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Iranian stalemate


THE TIME for diplomacy with Tehran may be over. Iran has flatly rejected an offer from European negotiators to ensure a steady supply of nuclear energy to meet its civilian needs and head off development of new nuclear weapons. Despite the claims of its new president, Iran can't be truly interested in continued bargaining - not unless some international pressure can be brought to bear.

Iran wasted little time in revving up its nuclear facility near Isfahan to renew its uranium conversion process, albeit with international inspectors watching. After a year-long process, it now appears that the mullahs have been playing the European negotiators and their not-so-silent American backers. The United States relied on this surrogate diplomacy to move Iran but now the focus must be on frustrating the Iranians' efforts to produce a bomb.

The Iranians must have decided that they could survive a United Nations sanction vote. To punish Iran through the international body would require support from Russia and China. While the former has been more cooperative in urging Iran to reassess its nuclear pursuits, China has no interest in punishing Iran, with which it has a $100 million oil and natural gas deal.

Iran takes the position that it has every right under the Nuclear Nonproliferation Treaty to enrich uranium for civil - and peaceful - purposes. But its 17-year deception on many of its nuclear activities and its continued support for terrorist networks have undermined its credibility with members of the international community. Complicating the issue is the matter of how far away the Iranians are from developing a nuclear weapon. Five years? Ten years? Does the intelligence community know for sure? Can its information be trusted?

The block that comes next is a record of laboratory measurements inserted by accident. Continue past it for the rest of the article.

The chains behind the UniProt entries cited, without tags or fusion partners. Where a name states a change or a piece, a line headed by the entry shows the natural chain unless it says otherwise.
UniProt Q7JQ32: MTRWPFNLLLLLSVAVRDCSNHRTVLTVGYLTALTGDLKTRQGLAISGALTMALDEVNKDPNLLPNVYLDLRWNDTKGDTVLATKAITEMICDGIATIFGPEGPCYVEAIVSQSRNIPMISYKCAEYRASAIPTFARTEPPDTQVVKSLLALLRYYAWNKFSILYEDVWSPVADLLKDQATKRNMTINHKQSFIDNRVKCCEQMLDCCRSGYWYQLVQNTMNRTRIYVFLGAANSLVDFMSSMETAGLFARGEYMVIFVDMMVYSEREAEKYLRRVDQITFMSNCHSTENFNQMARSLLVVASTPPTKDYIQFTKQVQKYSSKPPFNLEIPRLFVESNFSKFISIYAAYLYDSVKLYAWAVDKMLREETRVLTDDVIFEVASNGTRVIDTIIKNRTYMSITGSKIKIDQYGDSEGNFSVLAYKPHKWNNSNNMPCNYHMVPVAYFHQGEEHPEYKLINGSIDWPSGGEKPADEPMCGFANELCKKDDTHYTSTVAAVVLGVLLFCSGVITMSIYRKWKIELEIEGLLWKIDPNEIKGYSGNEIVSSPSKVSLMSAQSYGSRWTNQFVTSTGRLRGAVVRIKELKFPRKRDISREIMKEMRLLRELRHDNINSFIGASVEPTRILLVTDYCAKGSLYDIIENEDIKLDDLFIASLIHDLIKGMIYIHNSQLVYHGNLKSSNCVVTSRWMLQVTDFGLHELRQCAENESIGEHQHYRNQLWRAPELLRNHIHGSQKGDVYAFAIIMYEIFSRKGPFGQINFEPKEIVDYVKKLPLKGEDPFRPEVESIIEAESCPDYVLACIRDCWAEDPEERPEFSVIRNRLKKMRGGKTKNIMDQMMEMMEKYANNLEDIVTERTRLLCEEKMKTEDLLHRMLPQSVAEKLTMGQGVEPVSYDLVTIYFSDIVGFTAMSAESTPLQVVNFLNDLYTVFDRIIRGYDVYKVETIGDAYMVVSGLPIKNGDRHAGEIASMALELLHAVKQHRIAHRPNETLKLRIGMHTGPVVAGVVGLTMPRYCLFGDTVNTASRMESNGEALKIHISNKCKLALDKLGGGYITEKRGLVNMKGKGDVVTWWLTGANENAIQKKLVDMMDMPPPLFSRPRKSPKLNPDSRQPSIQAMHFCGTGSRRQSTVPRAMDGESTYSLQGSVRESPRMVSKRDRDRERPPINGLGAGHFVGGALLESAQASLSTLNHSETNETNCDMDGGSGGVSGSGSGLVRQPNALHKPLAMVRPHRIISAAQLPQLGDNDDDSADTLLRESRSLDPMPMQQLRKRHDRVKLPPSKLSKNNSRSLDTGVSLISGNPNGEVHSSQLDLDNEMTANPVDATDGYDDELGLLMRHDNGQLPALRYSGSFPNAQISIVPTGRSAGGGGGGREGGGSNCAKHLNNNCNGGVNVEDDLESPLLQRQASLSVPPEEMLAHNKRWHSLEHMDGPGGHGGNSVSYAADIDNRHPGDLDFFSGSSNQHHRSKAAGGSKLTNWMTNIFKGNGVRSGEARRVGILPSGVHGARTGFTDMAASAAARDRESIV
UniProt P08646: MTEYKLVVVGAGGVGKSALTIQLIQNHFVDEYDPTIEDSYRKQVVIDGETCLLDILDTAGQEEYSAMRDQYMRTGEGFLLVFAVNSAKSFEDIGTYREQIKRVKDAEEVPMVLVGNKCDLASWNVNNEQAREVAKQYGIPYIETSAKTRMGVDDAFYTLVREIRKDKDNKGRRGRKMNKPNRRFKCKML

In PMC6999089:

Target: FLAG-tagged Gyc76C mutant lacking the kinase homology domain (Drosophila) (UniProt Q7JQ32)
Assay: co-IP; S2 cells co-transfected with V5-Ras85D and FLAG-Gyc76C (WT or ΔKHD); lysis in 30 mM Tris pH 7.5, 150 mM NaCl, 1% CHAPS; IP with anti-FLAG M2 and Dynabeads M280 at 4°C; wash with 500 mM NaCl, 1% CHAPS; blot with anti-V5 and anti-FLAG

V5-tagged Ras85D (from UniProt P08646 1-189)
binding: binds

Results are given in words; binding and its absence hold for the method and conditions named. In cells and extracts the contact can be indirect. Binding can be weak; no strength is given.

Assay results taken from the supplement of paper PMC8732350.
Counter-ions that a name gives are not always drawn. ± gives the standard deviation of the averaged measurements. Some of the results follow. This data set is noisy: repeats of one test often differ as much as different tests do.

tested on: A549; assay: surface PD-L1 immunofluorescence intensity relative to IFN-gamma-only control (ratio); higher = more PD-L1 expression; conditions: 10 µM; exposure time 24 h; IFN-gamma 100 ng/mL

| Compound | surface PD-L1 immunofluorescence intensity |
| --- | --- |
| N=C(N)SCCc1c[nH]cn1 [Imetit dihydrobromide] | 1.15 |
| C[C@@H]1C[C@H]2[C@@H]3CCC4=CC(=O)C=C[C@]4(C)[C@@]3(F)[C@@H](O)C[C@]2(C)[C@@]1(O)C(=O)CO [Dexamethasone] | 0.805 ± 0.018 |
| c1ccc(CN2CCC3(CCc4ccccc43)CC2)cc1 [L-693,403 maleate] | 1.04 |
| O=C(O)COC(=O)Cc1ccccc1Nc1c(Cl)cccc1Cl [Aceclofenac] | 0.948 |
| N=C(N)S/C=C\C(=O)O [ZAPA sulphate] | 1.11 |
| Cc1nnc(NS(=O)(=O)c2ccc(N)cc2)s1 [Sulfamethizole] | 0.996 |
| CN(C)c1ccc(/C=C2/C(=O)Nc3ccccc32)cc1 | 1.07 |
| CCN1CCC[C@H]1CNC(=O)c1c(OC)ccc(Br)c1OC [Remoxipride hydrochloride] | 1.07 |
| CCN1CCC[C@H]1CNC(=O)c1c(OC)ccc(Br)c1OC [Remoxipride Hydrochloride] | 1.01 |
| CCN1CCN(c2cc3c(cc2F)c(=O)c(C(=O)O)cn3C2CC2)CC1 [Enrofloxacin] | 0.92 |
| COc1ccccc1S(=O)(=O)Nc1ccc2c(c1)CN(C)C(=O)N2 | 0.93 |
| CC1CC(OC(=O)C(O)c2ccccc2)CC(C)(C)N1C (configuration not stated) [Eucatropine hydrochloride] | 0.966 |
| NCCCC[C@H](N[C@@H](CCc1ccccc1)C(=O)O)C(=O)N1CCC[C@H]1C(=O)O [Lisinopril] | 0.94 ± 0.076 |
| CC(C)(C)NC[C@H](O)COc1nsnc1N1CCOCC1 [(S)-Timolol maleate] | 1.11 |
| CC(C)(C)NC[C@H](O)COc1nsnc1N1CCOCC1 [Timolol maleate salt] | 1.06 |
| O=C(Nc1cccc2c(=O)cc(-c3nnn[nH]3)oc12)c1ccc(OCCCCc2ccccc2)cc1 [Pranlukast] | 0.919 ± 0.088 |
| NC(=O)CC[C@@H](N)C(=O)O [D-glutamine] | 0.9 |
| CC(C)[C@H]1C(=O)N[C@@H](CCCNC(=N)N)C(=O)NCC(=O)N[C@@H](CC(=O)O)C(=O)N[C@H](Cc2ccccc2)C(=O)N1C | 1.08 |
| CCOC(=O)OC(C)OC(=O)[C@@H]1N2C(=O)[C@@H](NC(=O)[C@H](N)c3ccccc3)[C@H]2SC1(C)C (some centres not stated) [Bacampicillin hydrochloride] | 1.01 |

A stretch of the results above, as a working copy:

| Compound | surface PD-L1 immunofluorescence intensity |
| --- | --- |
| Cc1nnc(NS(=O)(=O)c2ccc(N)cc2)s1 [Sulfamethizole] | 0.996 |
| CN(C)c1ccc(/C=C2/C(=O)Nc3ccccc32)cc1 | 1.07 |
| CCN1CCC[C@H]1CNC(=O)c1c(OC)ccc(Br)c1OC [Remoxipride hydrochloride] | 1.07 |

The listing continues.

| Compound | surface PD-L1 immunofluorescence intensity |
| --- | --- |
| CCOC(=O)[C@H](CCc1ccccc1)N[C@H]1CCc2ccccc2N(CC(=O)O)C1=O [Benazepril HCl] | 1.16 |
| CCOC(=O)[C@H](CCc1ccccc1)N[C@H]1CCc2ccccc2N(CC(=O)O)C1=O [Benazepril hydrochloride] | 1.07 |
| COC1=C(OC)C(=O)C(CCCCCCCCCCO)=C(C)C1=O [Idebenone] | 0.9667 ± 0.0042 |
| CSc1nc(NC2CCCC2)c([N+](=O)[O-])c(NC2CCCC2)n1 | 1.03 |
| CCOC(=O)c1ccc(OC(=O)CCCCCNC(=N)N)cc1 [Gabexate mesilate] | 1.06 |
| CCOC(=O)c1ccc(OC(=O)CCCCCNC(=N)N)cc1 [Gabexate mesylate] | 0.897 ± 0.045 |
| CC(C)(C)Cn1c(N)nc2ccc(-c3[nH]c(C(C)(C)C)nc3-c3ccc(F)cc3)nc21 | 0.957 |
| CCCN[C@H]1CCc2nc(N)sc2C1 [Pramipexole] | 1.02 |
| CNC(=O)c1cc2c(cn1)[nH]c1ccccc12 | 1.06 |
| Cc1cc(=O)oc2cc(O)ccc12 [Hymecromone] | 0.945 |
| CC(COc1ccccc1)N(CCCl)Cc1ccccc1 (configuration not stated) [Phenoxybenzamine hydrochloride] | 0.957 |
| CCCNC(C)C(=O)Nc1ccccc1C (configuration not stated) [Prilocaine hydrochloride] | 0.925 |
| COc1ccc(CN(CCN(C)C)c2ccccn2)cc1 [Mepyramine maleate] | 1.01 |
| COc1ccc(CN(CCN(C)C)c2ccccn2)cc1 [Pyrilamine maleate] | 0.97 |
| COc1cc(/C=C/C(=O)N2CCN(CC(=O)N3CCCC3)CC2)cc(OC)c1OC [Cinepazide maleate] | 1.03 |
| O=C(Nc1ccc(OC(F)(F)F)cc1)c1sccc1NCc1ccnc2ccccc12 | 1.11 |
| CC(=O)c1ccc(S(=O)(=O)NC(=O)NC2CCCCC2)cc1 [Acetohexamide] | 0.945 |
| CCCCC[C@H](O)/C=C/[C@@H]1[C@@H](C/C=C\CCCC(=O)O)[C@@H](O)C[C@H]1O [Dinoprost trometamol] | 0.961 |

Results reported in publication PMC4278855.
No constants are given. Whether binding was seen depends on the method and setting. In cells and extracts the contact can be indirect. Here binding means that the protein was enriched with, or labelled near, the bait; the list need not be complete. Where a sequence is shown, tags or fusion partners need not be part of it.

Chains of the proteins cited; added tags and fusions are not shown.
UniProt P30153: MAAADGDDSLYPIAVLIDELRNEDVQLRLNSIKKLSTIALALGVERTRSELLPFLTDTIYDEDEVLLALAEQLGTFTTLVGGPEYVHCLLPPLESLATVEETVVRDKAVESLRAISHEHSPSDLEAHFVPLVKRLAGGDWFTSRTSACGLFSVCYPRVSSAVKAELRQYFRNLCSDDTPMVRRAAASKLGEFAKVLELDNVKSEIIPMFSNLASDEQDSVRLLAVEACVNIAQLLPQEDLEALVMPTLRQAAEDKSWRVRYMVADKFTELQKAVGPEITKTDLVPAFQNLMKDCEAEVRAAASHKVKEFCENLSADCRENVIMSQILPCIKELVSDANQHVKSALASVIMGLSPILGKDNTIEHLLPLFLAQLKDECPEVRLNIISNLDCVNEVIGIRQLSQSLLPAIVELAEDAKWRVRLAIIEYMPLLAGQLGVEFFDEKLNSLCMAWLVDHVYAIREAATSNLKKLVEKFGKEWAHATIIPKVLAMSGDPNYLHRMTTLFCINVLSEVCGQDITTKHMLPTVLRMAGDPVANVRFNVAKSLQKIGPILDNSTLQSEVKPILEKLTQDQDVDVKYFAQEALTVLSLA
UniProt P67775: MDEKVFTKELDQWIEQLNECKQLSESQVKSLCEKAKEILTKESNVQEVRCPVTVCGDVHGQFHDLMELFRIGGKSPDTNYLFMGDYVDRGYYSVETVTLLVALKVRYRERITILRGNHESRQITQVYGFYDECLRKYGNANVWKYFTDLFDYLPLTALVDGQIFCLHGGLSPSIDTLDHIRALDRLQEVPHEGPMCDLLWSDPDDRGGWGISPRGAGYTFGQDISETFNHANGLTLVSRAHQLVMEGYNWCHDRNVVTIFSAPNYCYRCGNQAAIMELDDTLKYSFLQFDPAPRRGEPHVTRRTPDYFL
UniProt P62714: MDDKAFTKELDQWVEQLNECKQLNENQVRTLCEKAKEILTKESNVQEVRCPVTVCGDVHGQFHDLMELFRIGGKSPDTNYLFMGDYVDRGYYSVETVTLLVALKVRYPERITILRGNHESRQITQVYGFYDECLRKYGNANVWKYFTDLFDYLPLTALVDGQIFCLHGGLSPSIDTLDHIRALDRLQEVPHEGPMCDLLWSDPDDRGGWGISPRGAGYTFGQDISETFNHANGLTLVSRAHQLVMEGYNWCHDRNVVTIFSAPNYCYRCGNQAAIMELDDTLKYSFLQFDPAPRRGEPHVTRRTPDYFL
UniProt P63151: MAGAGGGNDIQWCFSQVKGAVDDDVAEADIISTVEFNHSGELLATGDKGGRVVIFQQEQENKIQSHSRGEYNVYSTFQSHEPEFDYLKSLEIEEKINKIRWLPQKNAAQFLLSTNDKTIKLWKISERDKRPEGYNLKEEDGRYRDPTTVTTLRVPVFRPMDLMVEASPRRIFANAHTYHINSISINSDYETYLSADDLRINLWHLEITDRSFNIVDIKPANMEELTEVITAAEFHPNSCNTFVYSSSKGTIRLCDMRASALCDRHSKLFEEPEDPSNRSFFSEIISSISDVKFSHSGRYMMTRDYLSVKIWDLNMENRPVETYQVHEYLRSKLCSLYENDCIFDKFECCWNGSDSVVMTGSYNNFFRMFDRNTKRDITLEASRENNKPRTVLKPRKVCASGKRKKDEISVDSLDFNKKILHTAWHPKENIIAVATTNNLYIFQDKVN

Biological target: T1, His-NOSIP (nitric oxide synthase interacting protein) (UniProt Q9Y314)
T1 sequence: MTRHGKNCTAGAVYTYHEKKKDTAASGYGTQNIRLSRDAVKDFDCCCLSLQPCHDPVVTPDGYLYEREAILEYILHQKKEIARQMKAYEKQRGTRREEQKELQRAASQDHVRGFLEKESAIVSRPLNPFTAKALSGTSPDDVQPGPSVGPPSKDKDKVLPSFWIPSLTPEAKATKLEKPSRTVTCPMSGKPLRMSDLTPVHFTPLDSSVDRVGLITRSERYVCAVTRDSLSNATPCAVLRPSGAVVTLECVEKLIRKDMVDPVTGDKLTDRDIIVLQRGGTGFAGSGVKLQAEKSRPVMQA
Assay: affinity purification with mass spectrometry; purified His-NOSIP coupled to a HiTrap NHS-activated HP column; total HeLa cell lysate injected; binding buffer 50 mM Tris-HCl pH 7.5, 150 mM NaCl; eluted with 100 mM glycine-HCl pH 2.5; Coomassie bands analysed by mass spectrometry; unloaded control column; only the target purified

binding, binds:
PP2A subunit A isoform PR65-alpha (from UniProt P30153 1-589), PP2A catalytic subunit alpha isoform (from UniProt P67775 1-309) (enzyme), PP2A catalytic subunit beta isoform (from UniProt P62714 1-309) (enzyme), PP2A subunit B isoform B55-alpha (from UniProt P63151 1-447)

If it's only a matter of time until Iran has that capability, whether it's a decade or less, then the United States and its allies will have to convince the world that an Iran with a bomb is a threat to everyone. The European negotiators offered Tehran economic, political and technological enticements to curtail its nuclear program - to no avail.

Many Iranians support the country's pursuit of nuclear energy, not out of allegiance to the regime but because of national pride. More attention should be paid to educating the Iranian people on the potential gains from rapprochement with the West on the nuclear issue. At the same time, the United States and Europe must also devise a response - most likely including sanctions, and if necessary outside the framework of the United Nations - to Iran's apparent pursuit of nuclear weapons. Then they must work to win Russian and Chinese cooperation.

The tough stance taken by the Iranian regime isn't going to change under the new hard-line president, Mahmoud Ahmadinejad. It will have to be met with as tough a stand.

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